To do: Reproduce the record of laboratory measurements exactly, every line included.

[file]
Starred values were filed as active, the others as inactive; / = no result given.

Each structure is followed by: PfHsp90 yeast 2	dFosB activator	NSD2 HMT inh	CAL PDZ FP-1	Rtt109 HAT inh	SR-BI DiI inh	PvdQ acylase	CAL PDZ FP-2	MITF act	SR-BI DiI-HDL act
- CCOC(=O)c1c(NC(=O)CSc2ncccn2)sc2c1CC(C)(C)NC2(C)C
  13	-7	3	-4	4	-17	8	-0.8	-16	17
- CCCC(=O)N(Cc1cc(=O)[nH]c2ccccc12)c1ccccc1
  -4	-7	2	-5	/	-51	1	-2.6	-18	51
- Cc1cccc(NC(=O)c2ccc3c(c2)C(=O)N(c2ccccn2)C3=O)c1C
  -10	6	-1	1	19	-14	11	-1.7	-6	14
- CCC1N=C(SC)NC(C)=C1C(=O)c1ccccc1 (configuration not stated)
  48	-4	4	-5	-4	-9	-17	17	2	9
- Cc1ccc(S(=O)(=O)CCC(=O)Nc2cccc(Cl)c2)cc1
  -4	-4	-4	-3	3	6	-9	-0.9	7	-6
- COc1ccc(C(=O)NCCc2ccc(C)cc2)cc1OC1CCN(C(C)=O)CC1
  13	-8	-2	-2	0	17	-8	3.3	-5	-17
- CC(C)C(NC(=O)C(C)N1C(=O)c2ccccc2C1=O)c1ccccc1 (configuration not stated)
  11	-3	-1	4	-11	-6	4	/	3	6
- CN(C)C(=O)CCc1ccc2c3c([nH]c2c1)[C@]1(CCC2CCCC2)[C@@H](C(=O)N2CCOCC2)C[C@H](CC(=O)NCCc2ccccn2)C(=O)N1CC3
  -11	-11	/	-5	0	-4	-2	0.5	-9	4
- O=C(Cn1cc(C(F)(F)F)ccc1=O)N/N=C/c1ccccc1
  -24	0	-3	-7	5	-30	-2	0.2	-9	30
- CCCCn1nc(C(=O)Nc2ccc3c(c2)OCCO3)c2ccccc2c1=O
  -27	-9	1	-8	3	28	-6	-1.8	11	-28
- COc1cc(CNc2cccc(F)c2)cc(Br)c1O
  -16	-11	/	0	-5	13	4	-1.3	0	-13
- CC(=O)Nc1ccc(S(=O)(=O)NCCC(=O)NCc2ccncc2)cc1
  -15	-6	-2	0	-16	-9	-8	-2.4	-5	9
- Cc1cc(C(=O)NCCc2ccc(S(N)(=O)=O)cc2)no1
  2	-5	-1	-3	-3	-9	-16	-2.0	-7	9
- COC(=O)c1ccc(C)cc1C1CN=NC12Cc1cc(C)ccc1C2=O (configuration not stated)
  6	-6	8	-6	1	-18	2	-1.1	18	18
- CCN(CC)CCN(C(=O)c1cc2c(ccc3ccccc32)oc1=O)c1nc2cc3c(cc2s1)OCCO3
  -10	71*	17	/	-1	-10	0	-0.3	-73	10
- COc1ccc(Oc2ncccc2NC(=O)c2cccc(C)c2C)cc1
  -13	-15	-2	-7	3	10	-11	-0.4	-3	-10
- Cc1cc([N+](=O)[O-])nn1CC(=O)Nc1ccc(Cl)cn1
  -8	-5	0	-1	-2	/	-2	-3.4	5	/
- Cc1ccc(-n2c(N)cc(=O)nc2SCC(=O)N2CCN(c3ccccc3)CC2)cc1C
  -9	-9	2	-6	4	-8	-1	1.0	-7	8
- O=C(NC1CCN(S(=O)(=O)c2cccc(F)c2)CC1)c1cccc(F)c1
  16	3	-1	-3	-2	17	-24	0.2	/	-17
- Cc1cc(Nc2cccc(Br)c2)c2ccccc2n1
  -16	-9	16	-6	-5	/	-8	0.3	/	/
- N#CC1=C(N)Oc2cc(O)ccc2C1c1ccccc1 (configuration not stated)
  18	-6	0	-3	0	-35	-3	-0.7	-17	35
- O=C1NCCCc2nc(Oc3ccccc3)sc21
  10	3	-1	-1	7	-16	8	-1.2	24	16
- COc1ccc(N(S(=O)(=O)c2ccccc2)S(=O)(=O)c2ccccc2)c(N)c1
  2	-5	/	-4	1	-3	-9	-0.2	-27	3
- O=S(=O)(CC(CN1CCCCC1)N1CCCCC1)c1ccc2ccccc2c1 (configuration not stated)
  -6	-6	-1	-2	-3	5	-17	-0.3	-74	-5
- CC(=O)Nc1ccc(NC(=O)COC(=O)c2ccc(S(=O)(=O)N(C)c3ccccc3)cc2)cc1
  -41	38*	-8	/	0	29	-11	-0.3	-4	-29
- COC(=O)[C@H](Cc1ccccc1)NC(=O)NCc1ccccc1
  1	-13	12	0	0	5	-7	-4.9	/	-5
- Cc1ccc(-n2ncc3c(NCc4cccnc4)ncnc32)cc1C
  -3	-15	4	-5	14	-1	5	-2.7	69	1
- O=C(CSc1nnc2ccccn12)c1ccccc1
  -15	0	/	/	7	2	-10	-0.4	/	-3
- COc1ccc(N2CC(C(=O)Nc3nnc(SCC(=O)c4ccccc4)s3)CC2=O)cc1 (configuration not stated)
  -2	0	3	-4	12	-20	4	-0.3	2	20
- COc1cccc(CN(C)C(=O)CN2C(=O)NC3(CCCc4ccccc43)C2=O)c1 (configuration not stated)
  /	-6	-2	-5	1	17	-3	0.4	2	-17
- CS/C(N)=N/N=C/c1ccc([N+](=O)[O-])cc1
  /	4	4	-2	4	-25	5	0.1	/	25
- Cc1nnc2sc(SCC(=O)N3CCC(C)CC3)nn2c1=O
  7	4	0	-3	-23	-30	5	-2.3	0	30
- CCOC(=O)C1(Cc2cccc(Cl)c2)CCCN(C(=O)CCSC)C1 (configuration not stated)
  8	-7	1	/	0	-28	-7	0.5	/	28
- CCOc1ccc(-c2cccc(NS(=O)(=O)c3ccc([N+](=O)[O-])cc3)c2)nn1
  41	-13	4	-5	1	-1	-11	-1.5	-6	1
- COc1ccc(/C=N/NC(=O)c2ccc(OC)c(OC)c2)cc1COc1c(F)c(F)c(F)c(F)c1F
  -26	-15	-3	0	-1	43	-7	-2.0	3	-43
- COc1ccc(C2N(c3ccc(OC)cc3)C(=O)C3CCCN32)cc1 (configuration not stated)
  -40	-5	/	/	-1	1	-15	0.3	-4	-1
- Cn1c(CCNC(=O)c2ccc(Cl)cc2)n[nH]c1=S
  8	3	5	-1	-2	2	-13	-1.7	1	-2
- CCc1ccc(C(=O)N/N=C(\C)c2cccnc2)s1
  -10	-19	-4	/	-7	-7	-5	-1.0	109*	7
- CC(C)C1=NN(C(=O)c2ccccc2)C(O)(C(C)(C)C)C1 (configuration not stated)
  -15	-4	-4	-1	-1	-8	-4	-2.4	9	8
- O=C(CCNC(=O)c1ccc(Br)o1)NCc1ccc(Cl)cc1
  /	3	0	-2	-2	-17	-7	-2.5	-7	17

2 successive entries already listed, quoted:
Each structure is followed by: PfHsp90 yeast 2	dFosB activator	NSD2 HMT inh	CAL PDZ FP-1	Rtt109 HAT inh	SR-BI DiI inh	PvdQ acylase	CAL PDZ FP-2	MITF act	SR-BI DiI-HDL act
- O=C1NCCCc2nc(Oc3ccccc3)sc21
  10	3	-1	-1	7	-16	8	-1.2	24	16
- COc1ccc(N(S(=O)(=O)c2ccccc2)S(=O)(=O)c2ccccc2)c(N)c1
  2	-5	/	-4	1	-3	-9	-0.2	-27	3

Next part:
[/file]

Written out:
Starred values were filed as active, the others as inactive; / = no result given.

Each structure is followed by: PfHsp90 yeast 2	dFosB activator	NSD2 HMT inh	CAL PDZ FP-1	Rtt109 HAT inh	SR-BI DiI inh	PvdQ acylase	CAL PDZ FP-2	MITF act	SR-BI DiI-HDL act
- CCOC(=O)c1c(NC(=O)CSc2ncccn2)sc2c1CC(C)(C)NC2(C)C
  13	-7	3	-4	4	-17	8	-0.8	-16	17
- CCCC(=O)N(Cc1cc(=O)[nH]c2ccccc12)c1ccccc1
  -4	-7	2	-5	/	-51	1	-2.6	-18	51
- Cc1cccc(NC(=O)c2ccc3c(c2)C(=O)N(c2ccccn2)C3=O)c1C
  -10	6	-1	1	19	-14	11	-1.7	-6	14
- CCC1N=C(SC)NC(C)=C1C(=O)c1ccccc1 (configuration not stated)
  48	-4	4	-5	-4	-9	-17	17	2	9
- Cc1ccc(S(=O)(=O)CCC(=O)Nc2cccc(Cl)c2)cc1
  -4	-4	-4	-3	3	6	-9	-0.9	7	-6
- COc1ccc(C(=O)NCCc2ccc(C)cc2)cc1OC1CCN(C(C)=O)CC1
  13	-8	-2	-2	0	17	-8	3.3	-5	-17
- CC(C)C(NC(=O)C(C)N1C(=O)c2ccccc2C1=O)c1ccccc1 (configuration not stated)
  11	-3	-1	4	-11	-6	4	/	3	6
- CN(C)C(=O)CCc1ccc2c3c([nH]c2c1)[C@]1(CCC2CCCC2)[C@@H](C(=O)N2CCOCC2)C[C@H](CC(=O)NCCc2ccccn2)C(=O)N1CC3
  -11	-11	/	-5	0	-4	-2	0.5	-9	4
- O=C(Cn1cc(C(F)(F)F)ccc1=O)N/N=C/c1ccccc1
  -24	0	-3	-7	5	-30	-2	0.2	-9	30
- CCCCn1nc(C(=O)Nc2ccc3c(c2)OCCO3)c2ccccc2c1=O
  -27	-9	1	-8	3	28	-6	-1.8	11	-28
- COc1cc(CNc2cccc(F)c2)cc(Br)c1O
  -16	-11	/	0	-5	13	4	-1.3	0	-13
- CC(=O)Nc1ccc(S(=O)(=O)NCCC(=O)NCc2ccncc2)cc1
  -15	-6	-2	0	-16	-9	-8	-2.4	-5	9
- Cc1cc(C(=O)NCCc2ccc(S(N)(=O)=O)cc2)no1
  2	-5	-1	-3	-3	-9	-16	-2.0	-7	9
- COC(=O)c1ccc(C)cc1C1CN=NC12Cc1cc(C)ccc1C2=O (configuration not stated)
  6	-6	8	-6	1	-18	2	-1.1	18	18
- CCN(CC)CCN(C(=O)c1cc2c(ccc3ccccc32)oc1=O)c1nc2cc3c(cc2s1)OCCO3
  -10	71*	17	/	-1	-10	0	-0.3	-73	10
- COc1ccc(Oc2ncccc2NC(=O)c2cccc(C)c2C)cc1
  -13	-15	-2	-7	3	10	-11	-0.4	-3	-10
- Cc1cc([N+](=O)[O-])nn1CC(=O)Nc1ccc(Cl)cn1
  -8	-5	0	-1	-2	/	-2	-3.4	5	/
- Cc1ccc(-n2c(N)cc(=O)nc2SCC(=O)N2CCN(c3ccccc3)CC2)cc1C
  -9	-9	2	-6	4	-8	-1	1.0	-7	8
- O=C(NC1CCN(S(=O)(=O)c2cccc(F)c2)CC1)c1cccc(F)c1
  16	3	-1	-3	-2	17	-24	0.2	/	-17
- Cc1cc(Nc2cccc(Br)c2)c2ccccc2n1
  -16	-9	16	-6	-5	/	-8	0.3	/	/
- N#CC1=C(N)Oc2cc(O)ccc2C1c1ccccc1 (configuration not stated)
  18	-6	0	-3	0	-35	-3	-0.7	-17	35
- O=C1NCCCc2nc(Oc3ccccc3)sc21
  10	3	-1	-1	7	-16	8	-1.2	24	16
- COc1ccc(N(S(=O)(=O)c2ccccc2)S(=O)(=O)c2ccccc2)c(N)c1
  2	-5	/	-4	1	-3	-9	-0.2	-27	3
- O=S(=O)(CC(CN1CCCCC1)N1CCCCC1)c1ccc2ccccc2c1 (configuration not stated)
  -6	-6	-1	-2	-3	5	-17	-0.3	-74	-5
- CC(=O)Nc1ccc(NC(=O)COC(=O)c2ccc(S(=O)(=O)N(C)c3ccccc3)cc2)cc1
  -41	38*	-8	/	0	29	-11	-0.3	-4	-29
- COC(=O)[C@H](Cc1ccccc1)NC(=O)NCc1ccccc1
  1	-13	12	0	0	5	-7	-4.9	/	-5
- Cc1ccc(-n2ncc3c(NCc4cccnc4)ncnc32)cc1C
  -3	-15	4	-5	14	-1	5	-2.7	69	1
- O=C(CSc1nnc2ccccn12)c1ccccc1
  -15	0	/	/	7	2	-10	-0.4	/	-3
- COc1ccc(N2CC(C(=O)Nc3nnc(SCC(=O)c4ccccc4)s3)CC2=O)cc1 (configuration not stated)
  -2	0	3	-4	12	-20	4	-0.3	2	20
- COc1cccc(CN(C)C(=O)CN2C(=O)NC3(CCCc4ccccc43)C2=O)c1 (configuration not stated)
  /	-6	-2	-5	1	17	-3	0.4	2	-17
- CS/C(N)=N/N=C/c1ccc([N+](=O)[O-])cc1
  /	4	4	-2	4	-25	5	0.1	/	25
- Cc1nnc2sc(SCC(=O)N3CCC(C)CC3)nn2c1=O
  7	4	0	-3	-23	-30	5	-2.3	0	30
- CCOC(=O)C1(Cc2cccc(Cl)c2)CCCN(C(=O)CCSC)C1 (configuration not stated)
  8	-7	1	/	0	-28	-7	0.5	/	28
- CCOc1ccc(-c2cccc(NS(=O)(=O)c3ccc([N+](=O)[O-])cc3)c2)nn1
  41	-13	4	-5	1	-1	-11	-1.5	-6	1
- COc1ccc(/C=N/NC(=O)c2ccc(OC)c(OC)c2)cc1COc1c(F)c(F)c(F)c(F)c1F
  -26	-15	-3	0	-1	43	-7	-2.0	3	-43
- COc1ccc(C2N(c3ccc(OC)cc3)C(=O)C3CCCN32)cc1 (configuration not stated)
  -40	-5	/	/	-1	1	-15	0.3	-4	-1
- Cn1c(CCNC(=O)c2ccc(Cl)cc2)n[nH]c1=S
  8	3	5	-1	-2	2	-13	-1.7	1	-2
- CCc1ccc(C(=O)N/N=C(\C)c2cccnc2)s1
  -10	-19	-4	/	-7	-7	-5	-1.0	109*	7
- CC(C)C1=NN(C(=O)c2ccccc2)C(O)(C(C)(C)C)C1 (configuration not stated)
  -15	-4	-4	-1	-1	-8	-4	-2.4	9	8
- O=C(CCNC(=O)c1ccc(Br)o1)NCc1ccc(Cl)cc1
  /	3	0	-2	-2	-17	-7	-2.5	-7	17

2 successive entries already listed, quoted:
Each structure is followed by: PfHsp90 yeast 2	dFosB activator	NSD2 HMT inh	CAL PDZ FP-1	Rtt109 HAT inh	SR-BI DiI inh	PvdQ acylase	CAL PDZ FP-2	MITF act	SR-BI DiI-HDL act
- O=C1NCCCc2nc(Oc3ccccc3)sc21
  10	3	-1	-1	7	-16	8	-1.2	24	16
- COc1ccc(N(S(=O)(=O)c2ccccc2)S(=O)(=O)c2ccccc2)c(N)c1
  2	-5	/	-4	1	-3	-9	-0.2	-27	3

Next part: